Meet Charles Adler. Charles has a storied history of enabling creatives to pursue their passions. In co-founding Kickstarter, Charles enabled creatives gain access to the capital required to turn those passions into businesses and real assets. The birth of Kickstarter was a watershed moment in the history of funding.
Wanting to do more for this group, he has now created a physical space for creatives in Chicago called Lost Arts. Located on Goose Island, it is really four physical spaces: a design studio, prototyping lab, workshop and an event space. Charles has gone from something very global (Kickstarter) to something very local. However, two ventures aren’t quite as different as they at first seem. After all, this is no ordinary “maker space.”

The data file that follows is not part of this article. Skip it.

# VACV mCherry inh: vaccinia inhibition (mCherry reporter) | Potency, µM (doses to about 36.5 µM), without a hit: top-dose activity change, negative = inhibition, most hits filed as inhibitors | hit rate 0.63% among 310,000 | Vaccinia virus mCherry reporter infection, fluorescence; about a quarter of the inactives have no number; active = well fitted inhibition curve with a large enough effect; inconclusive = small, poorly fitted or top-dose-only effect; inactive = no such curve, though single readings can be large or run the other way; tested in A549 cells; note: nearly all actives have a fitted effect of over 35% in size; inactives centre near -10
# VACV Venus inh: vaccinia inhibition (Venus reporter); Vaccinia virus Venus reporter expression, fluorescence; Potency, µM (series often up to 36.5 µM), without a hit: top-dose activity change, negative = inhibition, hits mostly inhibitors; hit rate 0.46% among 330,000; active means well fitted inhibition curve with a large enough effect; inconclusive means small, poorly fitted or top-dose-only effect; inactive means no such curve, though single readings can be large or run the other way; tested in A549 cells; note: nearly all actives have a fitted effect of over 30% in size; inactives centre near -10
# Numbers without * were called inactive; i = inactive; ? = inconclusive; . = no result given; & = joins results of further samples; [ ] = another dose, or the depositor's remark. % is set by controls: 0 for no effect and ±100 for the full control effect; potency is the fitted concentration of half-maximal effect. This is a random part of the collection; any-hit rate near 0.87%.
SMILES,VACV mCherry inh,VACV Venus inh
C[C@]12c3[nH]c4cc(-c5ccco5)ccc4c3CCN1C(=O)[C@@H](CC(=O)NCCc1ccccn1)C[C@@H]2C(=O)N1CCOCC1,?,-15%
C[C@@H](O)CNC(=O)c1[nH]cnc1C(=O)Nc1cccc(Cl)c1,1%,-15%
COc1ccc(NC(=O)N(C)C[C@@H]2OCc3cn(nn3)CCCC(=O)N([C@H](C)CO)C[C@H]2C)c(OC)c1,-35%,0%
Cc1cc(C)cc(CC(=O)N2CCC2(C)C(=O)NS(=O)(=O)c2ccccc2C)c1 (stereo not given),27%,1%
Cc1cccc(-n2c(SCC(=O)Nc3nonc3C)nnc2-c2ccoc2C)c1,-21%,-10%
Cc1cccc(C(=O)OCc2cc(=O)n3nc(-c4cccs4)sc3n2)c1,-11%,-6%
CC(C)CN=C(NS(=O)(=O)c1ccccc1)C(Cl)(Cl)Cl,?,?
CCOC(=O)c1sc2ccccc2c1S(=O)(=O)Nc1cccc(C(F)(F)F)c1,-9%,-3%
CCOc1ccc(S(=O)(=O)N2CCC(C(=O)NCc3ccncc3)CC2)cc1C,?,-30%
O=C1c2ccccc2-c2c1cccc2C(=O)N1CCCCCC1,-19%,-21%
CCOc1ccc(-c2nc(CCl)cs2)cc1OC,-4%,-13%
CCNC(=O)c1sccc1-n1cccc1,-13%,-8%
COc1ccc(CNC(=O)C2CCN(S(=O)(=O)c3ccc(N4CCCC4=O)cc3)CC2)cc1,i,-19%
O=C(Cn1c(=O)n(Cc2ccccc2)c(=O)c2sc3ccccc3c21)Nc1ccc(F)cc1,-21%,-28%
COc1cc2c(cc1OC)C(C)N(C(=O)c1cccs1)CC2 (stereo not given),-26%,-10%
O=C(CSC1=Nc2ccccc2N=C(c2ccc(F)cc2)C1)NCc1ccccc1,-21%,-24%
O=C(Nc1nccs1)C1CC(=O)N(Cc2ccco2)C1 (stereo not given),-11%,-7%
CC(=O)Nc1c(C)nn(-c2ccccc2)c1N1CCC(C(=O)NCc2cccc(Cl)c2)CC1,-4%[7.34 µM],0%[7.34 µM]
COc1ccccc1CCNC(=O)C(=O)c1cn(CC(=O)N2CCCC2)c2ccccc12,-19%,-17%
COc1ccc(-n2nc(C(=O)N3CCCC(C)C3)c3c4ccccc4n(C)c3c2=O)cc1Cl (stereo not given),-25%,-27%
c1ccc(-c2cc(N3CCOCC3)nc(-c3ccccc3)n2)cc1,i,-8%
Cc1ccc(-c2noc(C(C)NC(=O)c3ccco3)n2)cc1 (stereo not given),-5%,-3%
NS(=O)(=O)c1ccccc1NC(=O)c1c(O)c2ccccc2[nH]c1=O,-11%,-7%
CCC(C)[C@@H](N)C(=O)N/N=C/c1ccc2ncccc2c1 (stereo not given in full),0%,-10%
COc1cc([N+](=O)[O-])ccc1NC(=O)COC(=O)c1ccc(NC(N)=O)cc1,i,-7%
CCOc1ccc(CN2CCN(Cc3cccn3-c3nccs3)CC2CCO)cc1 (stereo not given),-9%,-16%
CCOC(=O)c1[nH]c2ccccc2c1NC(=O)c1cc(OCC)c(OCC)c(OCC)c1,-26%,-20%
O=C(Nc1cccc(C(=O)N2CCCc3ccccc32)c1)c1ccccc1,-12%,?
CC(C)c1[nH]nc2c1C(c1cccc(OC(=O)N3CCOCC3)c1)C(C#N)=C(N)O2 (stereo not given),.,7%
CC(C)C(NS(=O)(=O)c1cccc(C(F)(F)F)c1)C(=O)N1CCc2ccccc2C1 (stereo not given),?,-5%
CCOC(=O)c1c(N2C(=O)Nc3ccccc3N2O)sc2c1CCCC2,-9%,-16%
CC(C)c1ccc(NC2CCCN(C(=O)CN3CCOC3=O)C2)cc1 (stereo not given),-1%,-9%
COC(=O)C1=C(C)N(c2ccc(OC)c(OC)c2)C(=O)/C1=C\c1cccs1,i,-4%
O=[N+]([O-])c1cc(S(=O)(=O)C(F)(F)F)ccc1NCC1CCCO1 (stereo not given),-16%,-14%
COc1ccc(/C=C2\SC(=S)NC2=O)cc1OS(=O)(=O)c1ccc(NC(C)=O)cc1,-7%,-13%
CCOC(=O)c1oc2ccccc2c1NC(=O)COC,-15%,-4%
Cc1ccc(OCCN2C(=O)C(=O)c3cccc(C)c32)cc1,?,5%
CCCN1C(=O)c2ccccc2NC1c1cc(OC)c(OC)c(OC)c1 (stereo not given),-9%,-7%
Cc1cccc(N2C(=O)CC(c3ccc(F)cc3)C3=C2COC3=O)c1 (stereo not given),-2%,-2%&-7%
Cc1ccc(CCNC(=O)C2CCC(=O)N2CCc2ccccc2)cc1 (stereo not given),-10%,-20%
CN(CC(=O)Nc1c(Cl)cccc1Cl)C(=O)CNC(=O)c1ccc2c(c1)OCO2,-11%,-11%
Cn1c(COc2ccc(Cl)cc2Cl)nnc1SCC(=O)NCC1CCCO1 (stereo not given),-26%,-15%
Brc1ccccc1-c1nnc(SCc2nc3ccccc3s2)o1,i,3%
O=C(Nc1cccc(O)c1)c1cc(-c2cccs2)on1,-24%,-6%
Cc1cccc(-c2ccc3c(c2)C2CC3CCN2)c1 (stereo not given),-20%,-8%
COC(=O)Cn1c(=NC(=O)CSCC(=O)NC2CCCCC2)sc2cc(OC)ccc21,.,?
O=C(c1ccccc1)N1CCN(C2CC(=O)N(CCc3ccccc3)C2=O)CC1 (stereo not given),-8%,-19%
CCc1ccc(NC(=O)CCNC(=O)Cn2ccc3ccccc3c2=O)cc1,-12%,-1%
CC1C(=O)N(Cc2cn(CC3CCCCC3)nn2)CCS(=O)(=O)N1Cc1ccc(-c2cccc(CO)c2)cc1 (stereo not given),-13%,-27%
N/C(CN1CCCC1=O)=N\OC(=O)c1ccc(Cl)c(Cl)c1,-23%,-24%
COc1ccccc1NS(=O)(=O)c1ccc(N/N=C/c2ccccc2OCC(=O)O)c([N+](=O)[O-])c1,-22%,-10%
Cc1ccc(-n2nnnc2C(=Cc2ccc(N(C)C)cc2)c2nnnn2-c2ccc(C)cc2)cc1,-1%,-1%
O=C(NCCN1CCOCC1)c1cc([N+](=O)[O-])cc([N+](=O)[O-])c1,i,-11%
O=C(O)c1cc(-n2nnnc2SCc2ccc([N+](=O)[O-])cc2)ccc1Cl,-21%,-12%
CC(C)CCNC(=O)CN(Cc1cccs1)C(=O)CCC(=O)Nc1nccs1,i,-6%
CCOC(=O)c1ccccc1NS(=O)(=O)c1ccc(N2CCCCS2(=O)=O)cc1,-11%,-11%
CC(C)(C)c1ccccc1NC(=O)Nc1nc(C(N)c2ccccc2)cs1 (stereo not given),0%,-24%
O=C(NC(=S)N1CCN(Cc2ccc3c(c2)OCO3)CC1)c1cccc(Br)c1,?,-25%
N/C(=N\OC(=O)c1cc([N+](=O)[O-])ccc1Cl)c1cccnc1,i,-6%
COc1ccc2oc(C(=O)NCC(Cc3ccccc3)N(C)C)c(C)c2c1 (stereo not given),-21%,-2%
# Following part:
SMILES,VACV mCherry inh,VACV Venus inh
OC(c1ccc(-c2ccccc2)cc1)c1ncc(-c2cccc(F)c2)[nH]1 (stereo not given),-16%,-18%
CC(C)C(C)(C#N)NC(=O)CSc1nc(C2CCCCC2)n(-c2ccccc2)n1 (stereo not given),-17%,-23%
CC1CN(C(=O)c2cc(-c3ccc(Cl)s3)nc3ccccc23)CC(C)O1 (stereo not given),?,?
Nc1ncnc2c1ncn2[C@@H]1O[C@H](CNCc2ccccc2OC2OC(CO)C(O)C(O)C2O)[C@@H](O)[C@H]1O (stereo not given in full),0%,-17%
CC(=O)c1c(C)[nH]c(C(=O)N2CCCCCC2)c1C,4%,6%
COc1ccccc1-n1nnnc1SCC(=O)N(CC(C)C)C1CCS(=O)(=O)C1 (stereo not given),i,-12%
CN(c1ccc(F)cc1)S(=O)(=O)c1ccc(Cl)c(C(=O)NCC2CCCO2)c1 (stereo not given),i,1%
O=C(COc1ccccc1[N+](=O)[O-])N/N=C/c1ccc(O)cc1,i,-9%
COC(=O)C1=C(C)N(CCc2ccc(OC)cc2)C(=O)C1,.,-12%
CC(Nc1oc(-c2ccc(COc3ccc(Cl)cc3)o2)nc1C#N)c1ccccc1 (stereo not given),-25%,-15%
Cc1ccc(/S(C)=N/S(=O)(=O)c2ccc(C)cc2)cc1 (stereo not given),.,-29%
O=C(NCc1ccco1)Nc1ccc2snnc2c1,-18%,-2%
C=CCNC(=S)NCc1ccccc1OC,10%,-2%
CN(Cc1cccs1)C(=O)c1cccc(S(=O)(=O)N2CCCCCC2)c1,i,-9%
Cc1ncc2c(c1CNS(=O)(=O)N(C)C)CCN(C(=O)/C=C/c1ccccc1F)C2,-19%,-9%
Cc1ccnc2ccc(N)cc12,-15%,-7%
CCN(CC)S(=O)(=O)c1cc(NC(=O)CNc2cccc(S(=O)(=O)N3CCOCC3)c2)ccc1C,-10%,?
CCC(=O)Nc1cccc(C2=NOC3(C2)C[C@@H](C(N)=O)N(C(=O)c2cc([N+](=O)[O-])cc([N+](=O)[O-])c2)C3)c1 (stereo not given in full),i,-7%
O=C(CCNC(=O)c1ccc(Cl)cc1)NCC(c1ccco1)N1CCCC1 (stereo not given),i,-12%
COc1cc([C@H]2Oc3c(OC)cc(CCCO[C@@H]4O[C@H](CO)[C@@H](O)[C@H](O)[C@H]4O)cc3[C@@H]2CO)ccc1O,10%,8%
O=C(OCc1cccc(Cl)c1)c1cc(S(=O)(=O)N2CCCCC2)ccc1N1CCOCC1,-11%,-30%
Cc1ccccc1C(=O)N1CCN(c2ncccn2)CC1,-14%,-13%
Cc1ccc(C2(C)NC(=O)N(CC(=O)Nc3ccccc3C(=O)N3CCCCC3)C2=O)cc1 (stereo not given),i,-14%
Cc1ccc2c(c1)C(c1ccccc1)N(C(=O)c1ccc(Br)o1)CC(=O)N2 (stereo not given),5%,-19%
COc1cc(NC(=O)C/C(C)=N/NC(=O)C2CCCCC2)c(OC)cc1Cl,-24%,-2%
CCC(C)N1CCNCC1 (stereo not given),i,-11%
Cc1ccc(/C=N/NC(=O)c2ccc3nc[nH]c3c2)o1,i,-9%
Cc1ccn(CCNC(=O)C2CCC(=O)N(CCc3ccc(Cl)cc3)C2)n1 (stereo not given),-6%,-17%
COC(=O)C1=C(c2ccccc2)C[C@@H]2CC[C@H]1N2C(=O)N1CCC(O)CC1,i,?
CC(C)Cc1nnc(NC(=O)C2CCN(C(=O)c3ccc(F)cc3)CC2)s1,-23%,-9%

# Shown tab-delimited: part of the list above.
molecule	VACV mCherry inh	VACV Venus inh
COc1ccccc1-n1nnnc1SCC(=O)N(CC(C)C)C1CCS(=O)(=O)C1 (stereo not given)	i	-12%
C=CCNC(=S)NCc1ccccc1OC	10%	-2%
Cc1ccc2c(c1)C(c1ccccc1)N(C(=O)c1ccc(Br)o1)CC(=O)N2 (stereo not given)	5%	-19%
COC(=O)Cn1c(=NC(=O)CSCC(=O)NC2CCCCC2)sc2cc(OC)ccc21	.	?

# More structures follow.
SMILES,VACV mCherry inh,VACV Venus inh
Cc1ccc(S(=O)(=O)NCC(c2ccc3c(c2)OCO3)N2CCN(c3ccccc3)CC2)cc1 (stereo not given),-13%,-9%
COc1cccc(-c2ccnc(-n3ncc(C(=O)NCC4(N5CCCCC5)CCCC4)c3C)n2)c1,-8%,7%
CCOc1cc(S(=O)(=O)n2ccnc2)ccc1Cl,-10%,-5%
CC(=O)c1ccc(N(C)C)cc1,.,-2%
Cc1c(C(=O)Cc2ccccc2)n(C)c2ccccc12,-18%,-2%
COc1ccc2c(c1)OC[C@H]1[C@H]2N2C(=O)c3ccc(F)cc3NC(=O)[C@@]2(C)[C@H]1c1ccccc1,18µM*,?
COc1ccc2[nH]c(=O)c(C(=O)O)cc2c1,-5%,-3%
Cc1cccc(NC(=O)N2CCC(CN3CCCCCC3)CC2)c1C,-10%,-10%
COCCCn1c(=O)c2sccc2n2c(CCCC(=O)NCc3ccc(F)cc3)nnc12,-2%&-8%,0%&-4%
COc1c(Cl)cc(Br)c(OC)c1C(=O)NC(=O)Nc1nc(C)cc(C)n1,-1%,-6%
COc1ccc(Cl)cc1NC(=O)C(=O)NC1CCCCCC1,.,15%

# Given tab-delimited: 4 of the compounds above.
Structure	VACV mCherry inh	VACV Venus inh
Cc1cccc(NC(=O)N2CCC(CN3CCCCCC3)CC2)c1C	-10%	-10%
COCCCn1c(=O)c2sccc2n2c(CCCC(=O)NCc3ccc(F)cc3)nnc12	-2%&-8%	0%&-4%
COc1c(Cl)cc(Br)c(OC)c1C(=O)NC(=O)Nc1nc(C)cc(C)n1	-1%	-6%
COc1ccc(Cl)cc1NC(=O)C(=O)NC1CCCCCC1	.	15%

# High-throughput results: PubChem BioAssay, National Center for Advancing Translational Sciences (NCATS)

Billed as part lab, part workshop, part atelier, part incubator, part school and part playground, it provides access to the tools that you would expect to see (3D printers, soldering irons, sewing machines, etc.). But that is not what makes Lost Arts special. The secret sauce is the way it empowers creatives with access to “community and, by virtue of the community, knowledge.” How did he discover that this community was required and that it would lead to knowledge? He opened the space, invited some friends, and… he watched.
See what happened next in this interview with Charles, my latest segment of Big Shoulders, on Advisor.tv:
Tags: Adam Hecktman, Adam J. Hecktman, Big Shoulders, Center for Lost Arts, Charles Adler, Chicago, Goose Island, Kickstarter, Lost Arts, Microsoft, Microsoft Chicago